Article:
Liberty Matters

Confronting Our Racial Past

I am grateful to Vernon Burton for covering the United States Supreme Court’s role in undoing Reconstruction, an area of discussion that I, pressed by word limits, could not discuss fully. I endorse his statement that “slavery’s death did not automatically confer any positive rights upon African Americans.” He is certainly correct that, ultimately, most white Southerners failed to accept an “interracial democracy” and “organized, very effectively, an authoritarian coup d’etat.”
Burton emphasizes the gains that African Americans did make under Reconstruction: many became land owners, acquired an education, and—albeit briefly—wielded political power. Both he and Jeffrey Rogers Hummel mention the problem of what Hummel characterizes as “heavy state taxes.” But as Burton points out, the Reconstruction state governments were funding public institutions such as schools and prisons (which replaced the coercive penal structure of the plantations) that simply had not existed before the Civil War. Southern Republicans were well known to have invested hopes in economic growth, especially through railroads. Those hopes proved illusory. Democrats, meanwhile, used taxation as a political issue very effectively against Republicans. Michael W. Fitzgerald points out, however, that, even with the sizable increases in southern state taxation during Reconstruction, the rates were “moderate by national standards.” Southerners correctly perceived their taxes as going up, but the perception that tax rates were onerous perhaps had more to do with the very low pre-war rates and opposition to the public services—including schools for African Americans—those new taxes funded.[1]
I am frankly baffled at Hummel’s connection of Reconstruction’s failure to Progressivism and eugenics. One need not wait until the Progressive period to find the racist language and policies of white supremacy. White North Carolinians dubbed their Reconstruction convention “the gorilla convention,” because fifteen of the delegates were African American.[2] When African American men received the vote and women did not, Elizabeth Cady Stanton burst forth with resentment that “Patrick and Sambo and Hans and Yung Tung who do not know the difference between a Monarchy and a Republic, who never read the Declaration of Independence” would make laws for educated white women.[3] Segregation predated Progressivism. Frances Ellen Watkins Harper spoke of Harriet Tubman’s ejection from a segregated car in 1866 when she rebuked white women for their focus on the vote.[4] Progressives presented intelligence and educational tests in voting as reform measures, but in so doing they applied to whites, including immigrants and the poor, as well as African Americans anti-democratic measures that had long been used to justify denying black rights.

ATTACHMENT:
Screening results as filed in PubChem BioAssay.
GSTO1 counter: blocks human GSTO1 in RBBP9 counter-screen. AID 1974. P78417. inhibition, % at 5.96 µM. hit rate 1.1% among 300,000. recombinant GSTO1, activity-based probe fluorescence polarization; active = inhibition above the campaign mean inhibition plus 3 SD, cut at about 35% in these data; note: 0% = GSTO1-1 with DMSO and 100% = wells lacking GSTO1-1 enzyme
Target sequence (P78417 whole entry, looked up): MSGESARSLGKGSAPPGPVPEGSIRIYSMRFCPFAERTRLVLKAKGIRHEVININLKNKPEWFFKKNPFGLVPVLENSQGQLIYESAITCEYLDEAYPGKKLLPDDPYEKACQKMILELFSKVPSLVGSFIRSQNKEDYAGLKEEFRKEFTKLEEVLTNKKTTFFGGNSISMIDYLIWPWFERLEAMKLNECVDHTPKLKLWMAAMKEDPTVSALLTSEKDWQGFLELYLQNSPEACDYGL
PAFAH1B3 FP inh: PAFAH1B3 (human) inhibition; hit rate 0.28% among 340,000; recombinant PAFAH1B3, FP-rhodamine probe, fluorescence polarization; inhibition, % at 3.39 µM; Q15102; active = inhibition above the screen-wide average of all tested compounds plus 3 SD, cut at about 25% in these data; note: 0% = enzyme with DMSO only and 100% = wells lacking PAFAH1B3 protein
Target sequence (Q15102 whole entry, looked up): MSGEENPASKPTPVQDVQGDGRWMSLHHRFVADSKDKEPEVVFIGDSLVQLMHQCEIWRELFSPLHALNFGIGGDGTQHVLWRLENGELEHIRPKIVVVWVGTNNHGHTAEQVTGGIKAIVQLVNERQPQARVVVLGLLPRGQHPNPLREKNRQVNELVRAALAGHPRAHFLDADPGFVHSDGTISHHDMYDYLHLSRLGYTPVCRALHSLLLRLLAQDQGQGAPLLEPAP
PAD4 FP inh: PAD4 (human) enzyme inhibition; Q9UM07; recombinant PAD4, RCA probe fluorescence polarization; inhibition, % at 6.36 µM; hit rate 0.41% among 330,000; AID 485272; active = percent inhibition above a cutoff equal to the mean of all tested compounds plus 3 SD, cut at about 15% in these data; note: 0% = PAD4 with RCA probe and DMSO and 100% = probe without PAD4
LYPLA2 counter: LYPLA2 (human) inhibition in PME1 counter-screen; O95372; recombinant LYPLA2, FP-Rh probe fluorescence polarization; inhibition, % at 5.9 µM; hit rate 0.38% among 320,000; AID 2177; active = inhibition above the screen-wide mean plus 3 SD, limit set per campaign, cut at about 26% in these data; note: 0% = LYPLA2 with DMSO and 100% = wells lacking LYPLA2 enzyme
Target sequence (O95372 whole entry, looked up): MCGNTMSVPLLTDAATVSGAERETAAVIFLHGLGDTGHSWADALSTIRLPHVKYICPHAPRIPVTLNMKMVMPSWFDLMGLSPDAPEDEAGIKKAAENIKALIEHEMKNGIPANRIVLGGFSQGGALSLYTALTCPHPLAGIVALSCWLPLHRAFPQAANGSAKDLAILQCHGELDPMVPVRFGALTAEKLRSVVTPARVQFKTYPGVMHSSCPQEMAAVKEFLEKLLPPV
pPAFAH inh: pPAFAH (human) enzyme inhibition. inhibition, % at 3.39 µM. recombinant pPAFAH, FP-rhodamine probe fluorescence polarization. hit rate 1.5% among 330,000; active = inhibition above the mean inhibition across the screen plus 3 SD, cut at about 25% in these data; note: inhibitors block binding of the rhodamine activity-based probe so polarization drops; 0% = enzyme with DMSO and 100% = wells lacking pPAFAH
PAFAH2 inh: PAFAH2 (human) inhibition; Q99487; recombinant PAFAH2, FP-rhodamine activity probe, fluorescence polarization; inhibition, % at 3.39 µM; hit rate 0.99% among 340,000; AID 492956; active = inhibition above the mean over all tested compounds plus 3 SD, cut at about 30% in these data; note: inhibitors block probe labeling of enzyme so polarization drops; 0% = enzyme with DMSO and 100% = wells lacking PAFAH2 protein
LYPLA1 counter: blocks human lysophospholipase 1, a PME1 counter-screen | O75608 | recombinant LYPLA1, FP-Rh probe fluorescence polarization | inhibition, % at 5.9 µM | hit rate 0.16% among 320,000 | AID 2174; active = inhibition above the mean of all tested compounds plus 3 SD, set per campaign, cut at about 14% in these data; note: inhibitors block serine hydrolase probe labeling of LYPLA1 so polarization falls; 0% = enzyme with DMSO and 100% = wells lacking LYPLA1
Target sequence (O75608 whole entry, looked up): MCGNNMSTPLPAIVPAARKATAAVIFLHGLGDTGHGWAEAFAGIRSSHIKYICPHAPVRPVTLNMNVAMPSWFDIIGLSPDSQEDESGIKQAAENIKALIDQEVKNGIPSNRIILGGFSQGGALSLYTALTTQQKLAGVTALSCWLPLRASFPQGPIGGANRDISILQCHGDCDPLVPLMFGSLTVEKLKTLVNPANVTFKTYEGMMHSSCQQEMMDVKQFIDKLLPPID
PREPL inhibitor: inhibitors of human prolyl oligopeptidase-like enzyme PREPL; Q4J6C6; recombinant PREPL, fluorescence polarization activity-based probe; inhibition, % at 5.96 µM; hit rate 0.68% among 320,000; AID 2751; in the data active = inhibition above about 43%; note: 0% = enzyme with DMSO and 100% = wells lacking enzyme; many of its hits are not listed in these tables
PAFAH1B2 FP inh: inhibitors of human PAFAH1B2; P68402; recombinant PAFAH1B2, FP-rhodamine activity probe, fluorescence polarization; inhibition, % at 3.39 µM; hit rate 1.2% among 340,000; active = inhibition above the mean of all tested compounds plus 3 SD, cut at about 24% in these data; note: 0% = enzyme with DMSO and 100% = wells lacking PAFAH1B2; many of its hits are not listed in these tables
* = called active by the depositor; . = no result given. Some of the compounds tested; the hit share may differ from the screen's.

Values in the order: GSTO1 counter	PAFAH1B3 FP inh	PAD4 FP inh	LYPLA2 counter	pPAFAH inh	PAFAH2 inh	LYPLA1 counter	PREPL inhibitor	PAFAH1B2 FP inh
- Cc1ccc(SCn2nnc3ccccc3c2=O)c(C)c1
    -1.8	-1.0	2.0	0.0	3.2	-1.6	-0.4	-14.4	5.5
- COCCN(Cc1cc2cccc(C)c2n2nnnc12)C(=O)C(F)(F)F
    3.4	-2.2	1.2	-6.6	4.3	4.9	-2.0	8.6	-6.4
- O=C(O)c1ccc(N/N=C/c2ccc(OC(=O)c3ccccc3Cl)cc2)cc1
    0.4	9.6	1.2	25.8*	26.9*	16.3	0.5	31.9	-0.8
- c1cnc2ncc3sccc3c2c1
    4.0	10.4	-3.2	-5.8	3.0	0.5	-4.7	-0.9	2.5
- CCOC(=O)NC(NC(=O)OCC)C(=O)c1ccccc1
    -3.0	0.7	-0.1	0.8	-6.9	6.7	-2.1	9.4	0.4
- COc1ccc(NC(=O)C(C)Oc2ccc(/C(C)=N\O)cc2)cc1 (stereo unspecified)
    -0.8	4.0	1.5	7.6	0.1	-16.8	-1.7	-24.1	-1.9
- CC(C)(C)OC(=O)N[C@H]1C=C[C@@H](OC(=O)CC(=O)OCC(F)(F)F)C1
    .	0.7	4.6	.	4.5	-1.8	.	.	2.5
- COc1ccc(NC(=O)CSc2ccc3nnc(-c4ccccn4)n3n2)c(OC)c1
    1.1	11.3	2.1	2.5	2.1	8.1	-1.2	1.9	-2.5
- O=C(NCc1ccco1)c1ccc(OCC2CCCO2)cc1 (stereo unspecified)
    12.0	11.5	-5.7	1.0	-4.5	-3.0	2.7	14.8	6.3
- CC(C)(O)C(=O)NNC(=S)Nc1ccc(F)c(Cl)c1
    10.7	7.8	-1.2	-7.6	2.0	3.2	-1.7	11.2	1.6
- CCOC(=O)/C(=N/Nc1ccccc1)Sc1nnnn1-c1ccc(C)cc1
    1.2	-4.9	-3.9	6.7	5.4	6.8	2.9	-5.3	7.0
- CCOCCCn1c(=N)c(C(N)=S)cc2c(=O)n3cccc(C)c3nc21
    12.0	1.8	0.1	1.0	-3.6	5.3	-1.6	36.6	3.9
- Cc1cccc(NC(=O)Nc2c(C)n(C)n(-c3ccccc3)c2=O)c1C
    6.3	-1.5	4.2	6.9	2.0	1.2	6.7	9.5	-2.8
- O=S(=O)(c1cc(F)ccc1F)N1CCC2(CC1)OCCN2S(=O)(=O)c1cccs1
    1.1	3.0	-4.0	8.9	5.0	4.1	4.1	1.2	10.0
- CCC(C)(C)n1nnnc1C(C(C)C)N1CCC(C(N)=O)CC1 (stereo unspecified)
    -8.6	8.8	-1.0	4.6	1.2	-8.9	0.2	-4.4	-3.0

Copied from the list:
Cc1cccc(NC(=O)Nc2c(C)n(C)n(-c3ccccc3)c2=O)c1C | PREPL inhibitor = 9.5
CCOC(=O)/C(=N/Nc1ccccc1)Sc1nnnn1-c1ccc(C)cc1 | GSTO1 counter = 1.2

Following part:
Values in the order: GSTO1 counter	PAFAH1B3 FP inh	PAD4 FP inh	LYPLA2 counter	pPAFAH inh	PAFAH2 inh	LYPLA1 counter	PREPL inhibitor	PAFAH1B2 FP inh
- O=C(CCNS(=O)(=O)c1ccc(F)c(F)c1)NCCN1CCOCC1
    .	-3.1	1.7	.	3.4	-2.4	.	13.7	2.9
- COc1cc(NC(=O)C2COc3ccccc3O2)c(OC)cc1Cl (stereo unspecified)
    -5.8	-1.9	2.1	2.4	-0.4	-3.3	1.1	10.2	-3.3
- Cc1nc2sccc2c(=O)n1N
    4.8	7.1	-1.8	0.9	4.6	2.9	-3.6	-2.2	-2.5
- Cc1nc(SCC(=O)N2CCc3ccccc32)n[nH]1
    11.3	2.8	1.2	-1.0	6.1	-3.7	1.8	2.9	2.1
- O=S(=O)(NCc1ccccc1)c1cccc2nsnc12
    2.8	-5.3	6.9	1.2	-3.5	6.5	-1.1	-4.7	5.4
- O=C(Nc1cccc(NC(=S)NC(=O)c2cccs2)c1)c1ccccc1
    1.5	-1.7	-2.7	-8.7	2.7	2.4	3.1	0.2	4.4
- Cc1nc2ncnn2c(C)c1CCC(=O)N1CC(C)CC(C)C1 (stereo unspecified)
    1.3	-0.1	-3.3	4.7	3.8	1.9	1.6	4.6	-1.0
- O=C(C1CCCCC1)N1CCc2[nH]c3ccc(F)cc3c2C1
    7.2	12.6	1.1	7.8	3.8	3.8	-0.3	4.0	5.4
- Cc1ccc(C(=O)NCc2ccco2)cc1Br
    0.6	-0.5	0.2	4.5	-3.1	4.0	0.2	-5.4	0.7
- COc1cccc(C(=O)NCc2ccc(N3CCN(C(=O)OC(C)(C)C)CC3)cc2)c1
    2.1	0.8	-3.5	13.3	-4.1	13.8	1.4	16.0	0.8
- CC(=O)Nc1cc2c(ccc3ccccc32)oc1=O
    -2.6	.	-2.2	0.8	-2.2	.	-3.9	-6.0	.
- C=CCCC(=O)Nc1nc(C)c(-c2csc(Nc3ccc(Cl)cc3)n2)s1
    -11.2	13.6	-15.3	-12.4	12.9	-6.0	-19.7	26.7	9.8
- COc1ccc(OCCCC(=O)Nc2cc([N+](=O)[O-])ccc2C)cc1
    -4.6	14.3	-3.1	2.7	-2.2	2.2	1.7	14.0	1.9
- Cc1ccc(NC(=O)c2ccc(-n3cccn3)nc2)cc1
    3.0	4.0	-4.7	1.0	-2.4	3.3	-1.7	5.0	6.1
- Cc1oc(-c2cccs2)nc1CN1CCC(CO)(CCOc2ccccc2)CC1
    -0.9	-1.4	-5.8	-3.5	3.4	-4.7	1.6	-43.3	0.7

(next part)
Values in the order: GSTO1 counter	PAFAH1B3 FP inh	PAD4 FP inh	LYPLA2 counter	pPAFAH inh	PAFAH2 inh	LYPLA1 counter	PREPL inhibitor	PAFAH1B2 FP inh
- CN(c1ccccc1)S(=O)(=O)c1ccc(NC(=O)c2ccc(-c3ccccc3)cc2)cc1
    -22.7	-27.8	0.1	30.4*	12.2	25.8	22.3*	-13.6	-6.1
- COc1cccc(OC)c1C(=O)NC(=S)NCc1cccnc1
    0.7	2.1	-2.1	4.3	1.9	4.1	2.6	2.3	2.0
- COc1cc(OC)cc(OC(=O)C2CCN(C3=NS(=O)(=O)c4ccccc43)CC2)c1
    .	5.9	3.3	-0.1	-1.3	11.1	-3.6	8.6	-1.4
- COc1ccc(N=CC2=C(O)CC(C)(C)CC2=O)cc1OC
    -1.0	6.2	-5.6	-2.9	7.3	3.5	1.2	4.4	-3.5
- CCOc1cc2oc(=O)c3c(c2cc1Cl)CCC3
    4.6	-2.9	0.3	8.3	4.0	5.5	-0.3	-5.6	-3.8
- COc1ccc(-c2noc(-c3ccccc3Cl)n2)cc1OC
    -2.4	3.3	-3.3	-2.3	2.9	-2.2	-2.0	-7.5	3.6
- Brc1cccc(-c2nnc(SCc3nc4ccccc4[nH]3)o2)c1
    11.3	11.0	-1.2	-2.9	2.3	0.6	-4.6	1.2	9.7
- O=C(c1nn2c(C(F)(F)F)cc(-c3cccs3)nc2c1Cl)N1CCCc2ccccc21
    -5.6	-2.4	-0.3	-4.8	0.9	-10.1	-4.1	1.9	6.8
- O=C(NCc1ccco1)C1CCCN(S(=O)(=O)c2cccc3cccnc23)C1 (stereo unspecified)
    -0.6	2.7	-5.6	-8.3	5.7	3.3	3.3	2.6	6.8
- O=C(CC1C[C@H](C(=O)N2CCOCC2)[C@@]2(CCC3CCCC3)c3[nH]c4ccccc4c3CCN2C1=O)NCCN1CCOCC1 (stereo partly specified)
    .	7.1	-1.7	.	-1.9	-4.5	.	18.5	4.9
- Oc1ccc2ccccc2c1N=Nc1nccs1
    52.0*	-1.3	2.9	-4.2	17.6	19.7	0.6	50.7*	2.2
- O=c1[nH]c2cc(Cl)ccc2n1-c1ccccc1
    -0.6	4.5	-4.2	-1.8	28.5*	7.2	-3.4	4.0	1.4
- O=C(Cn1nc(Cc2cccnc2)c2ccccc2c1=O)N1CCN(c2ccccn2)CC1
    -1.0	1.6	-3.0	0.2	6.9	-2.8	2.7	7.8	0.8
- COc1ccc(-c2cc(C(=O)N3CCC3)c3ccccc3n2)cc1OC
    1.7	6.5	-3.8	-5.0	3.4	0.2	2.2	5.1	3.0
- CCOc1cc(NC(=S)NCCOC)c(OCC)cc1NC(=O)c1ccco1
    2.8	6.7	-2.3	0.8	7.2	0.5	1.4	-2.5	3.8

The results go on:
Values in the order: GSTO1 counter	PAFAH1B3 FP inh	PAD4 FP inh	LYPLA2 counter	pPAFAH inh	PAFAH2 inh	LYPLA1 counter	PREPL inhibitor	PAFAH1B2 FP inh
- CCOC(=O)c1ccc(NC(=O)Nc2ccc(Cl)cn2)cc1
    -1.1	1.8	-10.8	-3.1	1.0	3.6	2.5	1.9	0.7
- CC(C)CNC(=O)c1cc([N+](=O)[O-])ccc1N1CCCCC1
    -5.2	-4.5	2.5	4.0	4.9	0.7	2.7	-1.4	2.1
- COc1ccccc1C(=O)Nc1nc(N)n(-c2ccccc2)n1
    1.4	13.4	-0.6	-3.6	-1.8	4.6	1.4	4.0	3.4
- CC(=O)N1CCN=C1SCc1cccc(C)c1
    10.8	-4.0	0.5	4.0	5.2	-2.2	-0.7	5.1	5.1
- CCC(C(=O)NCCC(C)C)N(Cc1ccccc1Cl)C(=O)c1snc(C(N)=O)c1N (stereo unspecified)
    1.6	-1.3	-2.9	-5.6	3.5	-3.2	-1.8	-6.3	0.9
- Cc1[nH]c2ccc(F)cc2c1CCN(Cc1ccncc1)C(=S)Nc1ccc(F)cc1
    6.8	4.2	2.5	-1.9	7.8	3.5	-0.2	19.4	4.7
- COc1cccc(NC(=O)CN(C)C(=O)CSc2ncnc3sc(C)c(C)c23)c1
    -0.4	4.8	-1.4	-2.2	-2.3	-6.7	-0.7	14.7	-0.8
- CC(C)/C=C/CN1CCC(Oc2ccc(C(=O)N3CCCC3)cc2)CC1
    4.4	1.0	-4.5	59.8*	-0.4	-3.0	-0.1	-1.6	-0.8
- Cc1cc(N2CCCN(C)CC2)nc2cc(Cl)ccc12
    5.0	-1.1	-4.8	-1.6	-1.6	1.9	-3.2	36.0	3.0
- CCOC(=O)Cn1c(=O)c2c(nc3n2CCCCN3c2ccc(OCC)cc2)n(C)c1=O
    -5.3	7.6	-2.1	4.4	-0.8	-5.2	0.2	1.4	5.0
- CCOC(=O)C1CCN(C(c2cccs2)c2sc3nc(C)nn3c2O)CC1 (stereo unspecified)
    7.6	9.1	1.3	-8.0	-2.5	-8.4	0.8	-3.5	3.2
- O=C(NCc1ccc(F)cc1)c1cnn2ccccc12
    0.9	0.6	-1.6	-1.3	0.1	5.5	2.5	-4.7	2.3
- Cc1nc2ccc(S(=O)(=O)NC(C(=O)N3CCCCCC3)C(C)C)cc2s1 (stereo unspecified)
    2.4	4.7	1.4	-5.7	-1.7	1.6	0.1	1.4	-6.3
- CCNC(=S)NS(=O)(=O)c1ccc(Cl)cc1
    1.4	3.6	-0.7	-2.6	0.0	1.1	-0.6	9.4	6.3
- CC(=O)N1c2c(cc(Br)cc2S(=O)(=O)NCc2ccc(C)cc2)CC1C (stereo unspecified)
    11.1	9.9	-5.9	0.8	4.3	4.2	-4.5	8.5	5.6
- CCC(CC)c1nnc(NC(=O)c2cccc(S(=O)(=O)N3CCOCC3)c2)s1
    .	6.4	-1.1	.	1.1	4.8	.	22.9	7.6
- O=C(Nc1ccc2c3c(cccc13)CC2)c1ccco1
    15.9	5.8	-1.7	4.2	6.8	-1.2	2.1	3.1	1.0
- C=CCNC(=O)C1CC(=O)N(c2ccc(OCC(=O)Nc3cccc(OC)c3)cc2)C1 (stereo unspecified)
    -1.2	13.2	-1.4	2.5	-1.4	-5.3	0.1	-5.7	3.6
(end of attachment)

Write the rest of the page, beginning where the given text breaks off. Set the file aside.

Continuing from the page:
Erec Smith defends the Constitution as “a liberal and just document,” while blaming those who have bent the document to the needs of white supremacy. He invokes Frederick Douglass’s defense of the Constitution as a “glorious liberty document.” I certainly do not join with those who see the Constitution, and the Declaration of Independence, as “inherently racist,” but one has to acknowledge their limitations. The framers of the Constitution eschewed the word “slavery,” but accommodated its existence in the three-fifths and fugitive slave clauses. Smith writes that “the Constitution did not fail to protect all of its citizens, those charged to uphold it did.” But the Constitution did not define national citizenship: African Americans were frequently denied passports in the pre-Civil War era and the Dred Scott decision infamously declared that even free-born African Americans were not citizens and “had no rights the white man was bound to respect.” Douglass spoke as he did about the Constitution precisely to counter the abolitionist argument that the Constitution was a proslavery document. Smith states that the Fourteenth and Fifteenth Amendments “were simply ignored” and there is some truth to this, but while Smith would like to blame individuals, I argue that structure matters. I fear it is too easy, using Smith’s formulation, to lose sight of how universal white supremacy was in both the North and South. Simply put, the constitutional structure did not enable the federal government to protect minority rights from majorities that were fundamentally hostile to those rights. The question for us today is how to protect those rights against the remaining forces of white supremacy.
[1] Eric Foner, Reconstruction: America’s Unfinished Revolution, 1863-1877 (New York: Harper & Row, 1988), 413-14; Michael W. Fitzgerald, Splendid Failure: Postwar Reconstruction in the South (Chicago: Ivan R. Dee, 2007), 154.
[2] Mark Elliott, Color-Blind Justice: Albion Tourgée and the Quest for Racial Equality from the Civil War to Plessy v. Ferguson (New York: Oxford University Press, 2006), 127.
[3] Elizabeth Cady Stanton, “Manhood Suffrage,” Revolution, Dec. 24, 1868.
[4] Proceedings of the Eleventh National Woman's Rights Convention, Held at the Church of the Puritans, New York, May 10, 1866 (New York: Robert J. Johnston, 1866).